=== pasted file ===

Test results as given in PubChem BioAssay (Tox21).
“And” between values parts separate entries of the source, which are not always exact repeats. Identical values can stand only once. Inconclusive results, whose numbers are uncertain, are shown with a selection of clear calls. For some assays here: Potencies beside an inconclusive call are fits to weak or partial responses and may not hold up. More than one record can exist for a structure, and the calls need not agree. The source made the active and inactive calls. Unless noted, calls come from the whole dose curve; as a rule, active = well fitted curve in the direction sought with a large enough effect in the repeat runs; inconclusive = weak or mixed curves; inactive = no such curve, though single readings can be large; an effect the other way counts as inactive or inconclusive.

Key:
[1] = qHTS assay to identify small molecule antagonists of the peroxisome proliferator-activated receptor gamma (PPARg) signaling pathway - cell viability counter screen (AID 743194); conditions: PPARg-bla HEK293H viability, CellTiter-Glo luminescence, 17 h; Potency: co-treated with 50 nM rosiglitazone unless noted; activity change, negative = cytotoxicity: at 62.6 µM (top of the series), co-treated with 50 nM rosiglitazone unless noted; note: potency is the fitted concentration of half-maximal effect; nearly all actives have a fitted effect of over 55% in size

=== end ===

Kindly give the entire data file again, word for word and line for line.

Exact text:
Test results as given in PubChem BioAssay (Tox21).
“And” between values parts separate entries of the source, which are not always exact repeats. Identical values can stand only once. Inconclusive results, whose numbers are uncertain, are shown with a selection of clear calls. For some assays here: Potencies beside an inconclusive call are fits to weak or partial responses and may not hold up. More than one record can exist for a structure, and the calls need not agree. The source made the active and inactive calls. Unless noted, calls come from the whole dose curve; as a rule, active = well fitted curve in the direction sought with a large enough effect in the repeat runs; inconclusive = weak or mixed curves; inactive = no such curve, though single readings can be large; an effect the other way counts as inactive or inconclusive.

Key:
[1] = qHTS assay to identify small molecule antagonists of the peroxisome proliferator-activated receptor gamma (PPARg) signaling pathway - cell viability counter screen (AID 743194); conditions: PPARg-bla HEK293H viability, CellTiter-Glo luminescence, 17 h; Potency: co-treated with 50 nM rosiglitazone unless noted; activity change, negative = cytotoxicity: at 62.6 µM (top of the series), co-treated with 50 nM rosiglitazone unless noted; note: potency is the fitted concentration of half-maximal effect; nearly all actives have a fitted effect of over 55% in size